Bret Stephens wants Mitt Romney to give a terrible foreign policy speech. It begins like this:
Thank you, President Clinton. Thank you for being a true believer in American exceptionalism. Thank you for being a president who worked with a Republican Congress to balance our budgets and end welfare as we knew it. Thank you for building on the work of your Republican predecessor to expand free trade and bring millions of jobs to America. Thank you for using American power to rescue the people of the Balkans against a butcher in Belgrade—even when the U.N. and Russia tried to get in your way.
Besides being too gushing in its admiration for Clinton, this opening would be a terrible way for Romney to start such a speech. What could be less helpful for Romney in this election to associate himself with Clinton’s record of interventionism? The public isn’t clamoring to return to being a hyper-activist “hyperpower.” This isn’t the 1990s, and the public has no interest in “time-limited” military interventions, much less multi-year peacekeeping operations. Critics of Romney’s foreign policy views already believe he is only too willing to favor military action even in places where U.S. interests aren’t at stake, and Stephens’ solution is to suggest that Romney will follow Clinton’s example in that regard.
Then there is the implication that Stephens thinks the U.S. should do the same thing now, presumably in Syria, where Russia and the U.N. are frequently criticized by hawks for “getting in our way.” The U.S. shouldn’t be getting move involved in Syria, and the public has no desire for the government to do so, so there would be no benefit for Romney in hinting at this. This repeats a mistake that Romney and Ryan have made before now, which is to complain that the U.S. has been going through the U.N. on Syria, as if they were demanding that the U.S. take action in Syria without U.N. authorization. Of course, neither of them has been willing to say this publicly. Whatever Romney is going to say in his forthcoming speech, this shouldn’t be part of it.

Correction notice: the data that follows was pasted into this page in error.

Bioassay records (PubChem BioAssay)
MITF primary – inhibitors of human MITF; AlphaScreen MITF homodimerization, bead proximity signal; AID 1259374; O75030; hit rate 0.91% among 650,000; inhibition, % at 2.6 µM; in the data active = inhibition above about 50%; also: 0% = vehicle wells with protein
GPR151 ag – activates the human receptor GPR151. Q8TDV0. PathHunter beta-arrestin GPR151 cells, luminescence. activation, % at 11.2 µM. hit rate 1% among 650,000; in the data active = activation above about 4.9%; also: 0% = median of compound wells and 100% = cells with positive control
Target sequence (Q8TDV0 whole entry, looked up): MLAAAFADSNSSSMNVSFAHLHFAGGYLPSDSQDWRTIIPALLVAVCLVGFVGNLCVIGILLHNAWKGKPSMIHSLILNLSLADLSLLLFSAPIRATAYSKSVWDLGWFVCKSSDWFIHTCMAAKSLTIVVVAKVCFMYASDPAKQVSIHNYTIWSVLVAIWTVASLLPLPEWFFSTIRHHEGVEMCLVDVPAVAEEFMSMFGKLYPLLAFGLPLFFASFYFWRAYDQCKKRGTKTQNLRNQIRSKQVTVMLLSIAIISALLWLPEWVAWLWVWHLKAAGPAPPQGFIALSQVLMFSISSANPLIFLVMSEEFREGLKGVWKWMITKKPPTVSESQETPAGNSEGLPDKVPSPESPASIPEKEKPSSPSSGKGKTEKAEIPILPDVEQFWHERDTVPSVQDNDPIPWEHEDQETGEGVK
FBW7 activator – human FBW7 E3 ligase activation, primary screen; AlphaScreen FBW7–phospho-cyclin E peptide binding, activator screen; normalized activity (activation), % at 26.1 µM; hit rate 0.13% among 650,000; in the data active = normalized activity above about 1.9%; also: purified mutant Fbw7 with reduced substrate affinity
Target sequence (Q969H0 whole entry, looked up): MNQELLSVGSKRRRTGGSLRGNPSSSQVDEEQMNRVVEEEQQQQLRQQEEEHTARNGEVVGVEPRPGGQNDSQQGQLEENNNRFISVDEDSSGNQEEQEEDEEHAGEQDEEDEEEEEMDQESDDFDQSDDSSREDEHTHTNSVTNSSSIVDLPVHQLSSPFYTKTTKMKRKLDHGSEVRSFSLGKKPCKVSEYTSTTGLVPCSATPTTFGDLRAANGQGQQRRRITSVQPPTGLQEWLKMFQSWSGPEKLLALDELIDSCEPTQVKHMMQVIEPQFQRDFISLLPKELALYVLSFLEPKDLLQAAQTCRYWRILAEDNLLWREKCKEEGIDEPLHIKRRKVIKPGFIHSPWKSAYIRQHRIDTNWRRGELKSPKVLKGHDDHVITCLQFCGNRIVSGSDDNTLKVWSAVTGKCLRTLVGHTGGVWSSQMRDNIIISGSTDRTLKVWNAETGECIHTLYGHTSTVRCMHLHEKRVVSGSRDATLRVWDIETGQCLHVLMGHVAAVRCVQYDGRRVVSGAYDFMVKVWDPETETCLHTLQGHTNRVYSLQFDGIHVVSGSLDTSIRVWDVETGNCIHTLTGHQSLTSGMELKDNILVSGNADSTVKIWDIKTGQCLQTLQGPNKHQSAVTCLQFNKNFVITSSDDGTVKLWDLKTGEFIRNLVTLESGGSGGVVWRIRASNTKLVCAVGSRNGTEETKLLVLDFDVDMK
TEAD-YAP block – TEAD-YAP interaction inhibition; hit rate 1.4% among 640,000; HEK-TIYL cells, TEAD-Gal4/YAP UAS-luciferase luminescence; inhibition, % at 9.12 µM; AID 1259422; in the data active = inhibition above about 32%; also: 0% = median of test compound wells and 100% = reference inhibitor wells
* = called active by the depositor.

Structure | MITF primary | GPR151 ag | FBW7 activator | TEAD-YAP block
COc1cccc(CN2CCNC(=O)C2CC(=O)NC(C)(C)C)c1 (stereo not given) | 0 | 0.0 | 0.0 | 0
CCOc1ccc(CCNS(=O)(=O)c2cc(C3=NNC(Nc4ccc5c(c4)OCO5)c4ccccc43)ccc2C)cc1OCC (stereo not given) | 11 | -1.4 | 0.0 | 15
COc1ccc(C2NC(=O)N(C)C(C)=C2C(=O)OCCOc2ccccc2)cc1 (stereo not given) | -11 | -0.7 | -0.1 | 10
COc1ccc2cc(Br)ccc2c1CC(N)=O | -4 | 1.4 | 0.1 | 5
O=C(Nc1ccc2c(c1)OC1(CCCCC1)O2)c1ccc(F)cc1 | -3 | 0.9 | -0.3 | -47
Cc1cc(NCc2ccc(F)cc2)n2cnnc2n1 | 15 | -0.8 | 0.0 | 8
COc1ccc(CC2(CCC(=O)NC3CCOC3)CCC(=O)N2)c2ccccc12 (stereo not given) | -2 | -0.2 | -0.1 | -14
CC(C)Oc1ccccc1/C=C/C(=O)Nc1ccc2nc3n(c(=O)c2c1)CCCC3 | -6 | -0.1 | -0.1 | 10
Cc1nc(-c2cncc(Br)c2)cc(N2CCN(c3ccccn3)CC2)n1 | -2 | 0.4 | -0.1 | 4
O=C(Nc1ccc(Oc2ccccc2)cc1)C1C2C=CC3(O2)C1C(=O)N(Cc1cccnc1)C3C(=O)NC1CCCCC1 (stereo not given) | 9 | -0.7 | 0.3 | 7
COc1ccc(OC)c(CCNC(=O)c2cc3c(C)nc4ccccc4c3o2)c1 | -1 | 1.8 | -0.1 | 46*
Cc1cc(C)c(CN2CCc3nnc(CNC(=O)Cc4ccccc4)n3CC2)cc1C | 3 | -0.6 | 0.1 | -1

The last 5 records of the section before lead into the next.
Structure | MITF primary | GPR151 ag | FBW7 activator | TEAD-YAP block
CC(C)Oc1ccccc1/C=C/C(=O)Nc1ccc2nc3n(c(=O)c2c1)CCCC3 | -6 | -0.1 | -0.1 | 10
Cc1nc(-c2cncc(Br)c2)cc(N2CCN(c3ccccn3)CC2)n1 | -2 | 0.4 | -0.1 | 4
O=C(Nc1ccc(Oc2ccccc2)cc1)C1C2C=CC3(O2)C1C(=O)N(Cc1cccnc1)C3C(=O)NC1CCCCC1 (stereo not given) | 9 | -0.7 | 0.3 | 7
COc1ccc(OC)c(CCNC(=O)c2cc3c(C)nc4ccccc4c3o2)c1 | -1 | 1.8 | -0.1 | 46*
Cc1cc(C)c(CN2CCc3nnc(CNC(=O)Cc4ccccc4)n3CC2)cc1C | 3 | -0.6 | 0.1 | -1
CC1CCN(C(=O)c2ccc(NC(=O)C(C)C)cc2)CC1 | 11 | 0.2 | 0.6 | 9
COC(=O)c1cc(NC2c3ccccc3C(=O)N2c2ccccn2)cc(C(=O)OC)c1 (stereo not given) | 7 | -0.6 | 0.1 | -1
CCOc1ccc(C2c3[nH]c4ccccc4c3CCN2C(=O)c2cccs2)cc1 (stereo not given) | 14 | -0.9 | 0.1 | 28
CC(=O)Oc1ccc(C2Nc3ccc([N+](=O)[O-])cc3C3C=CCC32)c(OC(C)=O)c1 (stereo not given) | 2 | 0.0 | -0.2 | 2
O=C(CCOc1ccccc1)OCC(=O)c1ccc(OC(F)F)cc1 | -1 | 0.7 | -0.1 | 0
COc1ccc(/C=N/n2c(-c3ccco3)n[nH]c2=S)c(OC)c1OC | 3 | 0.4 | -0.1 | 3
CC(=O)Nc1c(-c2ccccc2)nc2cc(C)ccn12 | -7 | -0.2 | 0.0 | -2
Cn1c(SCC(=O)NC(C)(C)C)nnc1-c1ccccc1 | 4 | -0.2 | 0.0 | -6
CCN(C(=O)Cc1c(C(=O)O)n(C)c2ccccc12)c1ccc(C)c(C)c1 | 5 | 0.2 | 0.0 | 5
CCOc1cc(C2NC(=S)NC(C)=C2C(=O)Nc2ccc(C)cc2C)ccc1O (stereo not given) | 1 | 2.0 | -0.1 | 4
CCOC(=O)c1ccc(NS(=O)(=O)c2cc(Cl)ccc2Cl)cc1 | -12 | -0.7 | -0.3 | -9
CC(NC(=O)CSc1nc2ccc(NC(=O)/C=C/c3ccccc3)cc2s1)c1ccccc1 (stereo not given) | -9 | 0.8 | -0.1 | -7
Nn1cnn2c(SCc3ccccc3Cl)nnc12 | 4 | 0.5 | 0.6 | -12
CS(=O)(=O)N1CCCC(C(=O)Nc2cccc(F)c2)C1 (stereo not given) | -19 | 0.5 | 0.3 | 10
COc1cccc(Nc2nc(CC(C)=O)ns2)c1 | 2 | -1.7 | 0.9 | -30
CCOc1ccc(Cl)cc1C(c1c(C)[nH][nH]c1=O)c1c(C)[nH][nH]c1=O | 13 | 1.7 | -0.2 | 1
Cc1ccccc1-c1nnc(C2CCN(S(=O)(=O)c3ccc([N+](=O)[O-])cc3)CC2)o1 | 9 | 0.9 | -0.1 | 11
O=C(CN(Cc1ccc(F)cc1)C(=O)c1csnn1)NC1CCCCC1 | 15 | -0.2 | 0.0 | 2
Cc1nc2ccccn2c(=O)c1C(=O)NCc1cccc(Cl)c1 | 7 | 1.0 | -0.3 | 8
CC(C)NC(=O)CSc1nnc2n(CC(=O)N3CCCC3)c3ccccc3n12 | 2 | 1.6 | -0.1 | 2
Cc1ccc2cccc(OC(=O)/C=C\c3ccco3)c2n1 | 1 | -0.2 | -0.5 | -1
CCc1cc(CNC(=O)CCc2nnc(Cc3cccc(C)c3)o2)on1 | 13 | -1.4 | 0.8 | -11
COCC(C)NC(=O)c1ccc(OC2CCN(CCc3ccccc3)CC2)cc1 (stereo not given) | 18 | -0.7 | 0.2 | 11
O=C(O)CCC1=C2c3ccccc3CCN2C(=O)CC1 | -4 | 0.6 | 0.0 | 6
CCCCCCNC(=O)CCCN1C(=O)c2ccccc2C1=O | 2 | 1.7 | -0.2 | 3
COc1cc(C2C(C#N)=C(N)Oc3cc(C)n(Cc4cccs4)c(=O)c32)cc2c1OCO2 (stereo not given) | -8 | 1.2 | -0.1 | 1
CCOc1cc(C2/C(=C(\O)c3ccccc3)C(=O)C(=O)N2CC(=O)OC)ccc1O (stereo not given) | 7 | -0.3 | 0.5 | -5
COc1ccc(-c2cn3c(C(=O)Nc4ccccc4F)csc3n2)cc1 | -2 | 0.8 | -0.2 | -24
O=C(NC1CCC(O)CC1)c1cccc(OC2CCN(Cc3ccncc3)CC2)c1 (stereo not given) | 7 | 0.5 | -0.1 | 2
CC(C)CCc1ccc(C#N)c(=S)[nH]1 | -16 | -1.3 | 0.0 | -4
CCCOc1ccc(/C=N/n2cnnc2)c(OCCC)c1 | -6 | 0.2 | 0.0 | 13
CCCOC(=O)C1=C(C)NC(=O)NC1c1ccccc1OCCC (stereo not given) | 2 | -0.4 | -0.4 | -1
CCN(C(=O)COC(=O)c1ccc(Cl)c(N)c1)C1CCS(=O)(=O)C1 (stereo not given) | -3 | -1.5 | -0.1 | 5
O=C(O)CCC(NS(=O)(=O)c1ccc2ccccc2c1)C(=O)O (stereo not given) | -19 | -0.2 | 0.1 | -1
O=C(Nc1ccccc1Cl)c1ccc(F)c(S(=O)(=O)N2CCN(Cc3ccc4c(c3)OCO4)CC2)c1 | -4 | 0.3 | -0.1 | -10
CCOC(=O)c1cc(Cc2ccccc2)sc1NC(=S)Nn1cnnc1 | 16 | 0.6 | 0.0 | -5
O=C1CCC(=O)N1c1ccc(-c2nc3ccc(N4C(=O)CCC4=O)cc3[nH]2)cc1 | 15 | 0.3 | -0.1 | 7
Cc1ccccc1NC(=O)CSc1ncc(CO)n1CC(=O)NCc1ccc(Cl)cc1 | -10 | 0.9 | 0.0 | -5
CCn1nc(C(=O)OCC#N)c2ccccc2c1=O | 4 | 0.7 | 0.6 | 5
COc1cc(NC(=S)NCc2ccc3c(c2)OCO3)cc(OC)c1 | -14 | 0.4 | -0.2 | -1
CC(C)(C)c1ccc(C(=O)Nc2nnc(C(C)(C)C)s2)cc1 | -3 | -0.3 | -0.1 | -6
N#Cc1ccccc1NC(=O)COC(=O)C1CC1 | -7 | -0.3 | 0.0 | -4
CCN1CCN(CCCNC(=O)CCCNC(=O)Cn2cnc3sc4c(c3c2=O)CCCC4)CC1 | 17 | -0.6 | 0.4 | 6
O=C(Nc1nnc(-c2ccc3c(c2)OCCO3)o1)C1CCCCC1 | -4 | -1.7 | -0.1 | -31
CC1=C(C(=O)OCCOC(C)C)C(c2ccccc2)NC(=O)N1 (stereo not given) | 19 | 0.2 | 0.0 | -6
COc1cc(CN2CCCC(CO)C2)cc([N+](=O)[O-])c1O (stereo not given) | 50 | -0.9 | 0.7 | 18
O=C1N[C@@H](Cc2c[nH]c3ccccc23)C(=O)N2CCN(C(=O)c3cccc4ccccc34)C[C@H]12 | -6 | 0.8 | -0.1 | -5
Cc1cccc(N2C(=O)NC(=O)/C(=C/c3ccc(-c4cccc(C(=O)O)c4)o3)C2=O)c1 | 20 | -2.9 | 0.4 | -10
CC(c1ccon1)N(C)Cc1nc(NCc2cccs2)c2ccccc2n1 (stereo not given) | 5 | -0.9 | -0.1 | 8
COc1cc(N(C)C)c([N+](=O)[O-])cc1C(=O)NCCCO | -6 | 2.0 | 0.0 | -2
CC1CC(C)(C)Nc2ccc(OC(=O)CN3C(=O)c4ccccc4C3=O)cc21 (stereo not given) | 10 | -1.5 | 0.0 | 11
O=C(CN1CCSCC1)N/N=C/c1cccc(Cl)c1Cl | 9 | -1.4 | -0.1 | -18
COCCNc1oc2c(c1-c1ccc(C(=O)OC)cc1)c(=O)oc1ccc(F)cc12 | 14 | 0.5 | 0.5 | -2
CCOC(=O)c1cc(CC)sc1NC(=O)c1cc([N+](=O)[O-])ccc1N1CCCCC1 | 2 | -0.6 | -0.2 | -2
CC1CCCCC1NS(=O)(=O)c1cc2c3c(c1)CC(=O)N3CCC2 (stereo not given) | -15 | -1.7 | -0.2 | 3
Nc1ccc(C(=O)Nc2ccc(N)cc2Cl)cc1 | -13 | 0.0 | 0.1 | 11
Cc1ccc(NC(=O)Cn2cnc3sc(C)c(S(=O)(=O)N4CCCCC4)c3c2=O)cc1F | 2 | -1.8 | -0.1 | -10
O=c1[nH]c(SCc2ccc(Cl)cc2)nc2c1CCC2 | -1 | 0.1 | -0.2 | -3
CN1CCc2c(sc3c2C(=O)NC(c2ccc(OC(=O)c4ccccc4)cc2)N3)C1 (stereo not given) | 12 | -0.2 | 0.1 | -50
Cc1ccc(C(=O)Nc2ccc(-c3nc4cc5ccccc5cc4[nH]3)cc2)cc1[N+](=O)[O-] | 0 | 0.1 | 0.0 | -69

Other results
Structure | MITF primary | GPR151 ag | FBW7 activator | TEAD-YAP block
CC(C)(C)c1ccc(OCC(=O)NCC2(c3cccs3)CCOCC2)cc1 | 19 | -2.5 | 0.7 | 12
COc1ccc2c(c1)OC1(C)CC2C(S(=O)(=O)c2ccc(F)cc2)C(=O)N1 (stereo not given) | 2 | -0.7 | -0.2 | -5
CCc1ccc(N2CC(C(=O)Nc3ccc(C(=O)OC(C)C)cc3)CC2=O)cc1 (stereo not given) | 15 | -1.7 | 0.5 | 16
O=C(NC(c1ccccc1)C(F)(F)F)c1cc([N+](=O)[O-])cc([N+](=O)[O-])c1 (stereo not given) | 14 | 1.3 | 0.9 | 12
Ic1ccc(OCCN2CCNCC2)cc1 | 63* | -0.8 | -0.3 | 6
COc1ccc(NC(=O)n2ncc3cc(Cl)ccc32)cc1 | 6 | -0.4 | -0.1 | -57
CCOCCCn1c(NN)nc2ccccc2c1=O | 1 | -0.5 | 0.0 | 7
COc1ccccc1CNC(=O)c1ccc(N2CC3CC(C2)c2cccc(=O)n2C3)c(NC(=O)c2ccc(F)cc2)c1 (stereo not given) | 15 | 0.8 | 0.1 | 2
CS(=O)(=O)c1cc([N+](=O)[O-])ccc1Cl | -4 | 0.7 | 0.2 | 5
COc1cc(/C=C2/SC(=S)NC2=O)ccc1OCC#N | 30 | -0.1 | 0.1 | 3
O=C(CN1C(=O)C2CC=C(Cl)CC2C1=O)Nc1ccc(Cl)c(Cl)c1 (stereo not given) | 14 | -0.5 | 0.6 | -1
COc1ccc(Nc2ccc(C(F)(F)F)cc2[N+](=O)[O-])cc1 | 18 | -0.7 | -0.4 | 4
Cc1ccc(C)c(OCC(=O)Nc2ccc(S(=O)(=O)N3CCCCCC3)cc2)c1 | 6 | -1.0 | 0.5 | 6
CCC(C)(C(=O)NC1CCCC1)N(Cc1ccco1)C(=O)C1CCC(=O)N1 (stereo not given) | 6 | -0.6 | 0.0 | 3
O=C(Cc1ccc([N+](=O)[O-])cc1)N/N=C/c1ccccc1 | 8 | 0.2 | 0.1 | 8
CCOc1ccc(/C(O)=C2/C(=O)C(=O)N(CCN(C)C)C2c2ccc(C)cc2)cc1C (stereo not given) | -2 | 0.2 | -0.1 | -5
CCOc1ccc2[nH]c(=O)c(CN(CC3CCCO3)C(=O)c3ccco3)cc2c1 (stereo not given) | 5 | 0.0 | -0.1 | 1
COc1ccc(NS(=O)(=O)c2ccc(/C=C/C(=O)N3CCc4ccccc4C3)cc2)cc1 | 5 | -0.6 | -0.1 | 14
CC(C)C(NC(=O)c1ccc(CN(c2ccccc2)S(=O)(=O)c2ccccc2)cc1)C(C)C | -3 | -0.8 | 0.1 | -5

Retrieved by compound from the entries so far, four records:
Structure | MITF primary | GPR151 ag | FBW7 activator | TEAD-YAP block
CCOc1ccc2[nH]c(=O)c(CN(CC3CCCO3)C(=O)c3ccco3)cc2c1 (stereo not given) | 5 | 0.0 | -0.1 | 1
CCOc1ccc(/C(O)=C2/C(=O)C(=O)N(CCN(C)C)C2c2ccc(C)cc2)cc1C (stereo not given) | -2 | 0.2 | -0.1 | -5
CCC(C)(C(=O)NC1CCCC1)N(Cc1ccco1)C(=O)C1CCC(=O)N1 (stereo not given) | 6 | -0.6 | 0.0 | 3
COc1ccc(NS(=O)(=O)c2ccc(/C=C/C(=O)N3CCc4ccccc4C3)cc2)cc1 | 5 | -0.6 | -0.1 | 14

Stephens’ imaginary speech says this a little later:
And speaking of principles, one of mine is that friends come first. So we will not try to appease the Russians at the expense of the Poles, or the Egyptians at the expense of Israelis, or the Chinese at the expense of anybody.
So this establishes that Romney is firmly against something that hasn’t been happening and isn’t going to happen. One remarkable thing about this made-up speech is that it includes so many made-up criticisms. It is a standard hawkish complaint that Russia has been appeased at Poland’s expense, but no one can demonstrate how Poland is any worse off now than it was in 2008. This is a good example of how contemporary opposition to “appeasement” is a pose entirely devoid of policy content. It is the rejection of a policy that doesn’t exist.
The lack of specific policy content throughout the entire speech is hard to miss. As Micah Zenko observed in response, “Even when conservatives write fantasy foreign policy speeches for Romney they have zero details.” Instead of saying “even when,” Zenko should have written, “especially when,” since this is the sort of speech that Republican hawks seem to crave most: bold statements of abstract principles that tell us nothing useful about what the hawk would do. Granting that Stephens had to try to sum up his argument in column form, what stands out is that it doesn’t explicitly make one specific substantive argument for or against anything. It condemns appeasement and praises clarity, and invokes Kennedy’s Inaugural “bear any burden line.” It reads as if it were a spoof of a neoconservative argument. Unfortunately, it isn’t a spoof. This is what most neoconservative arguments typically look like.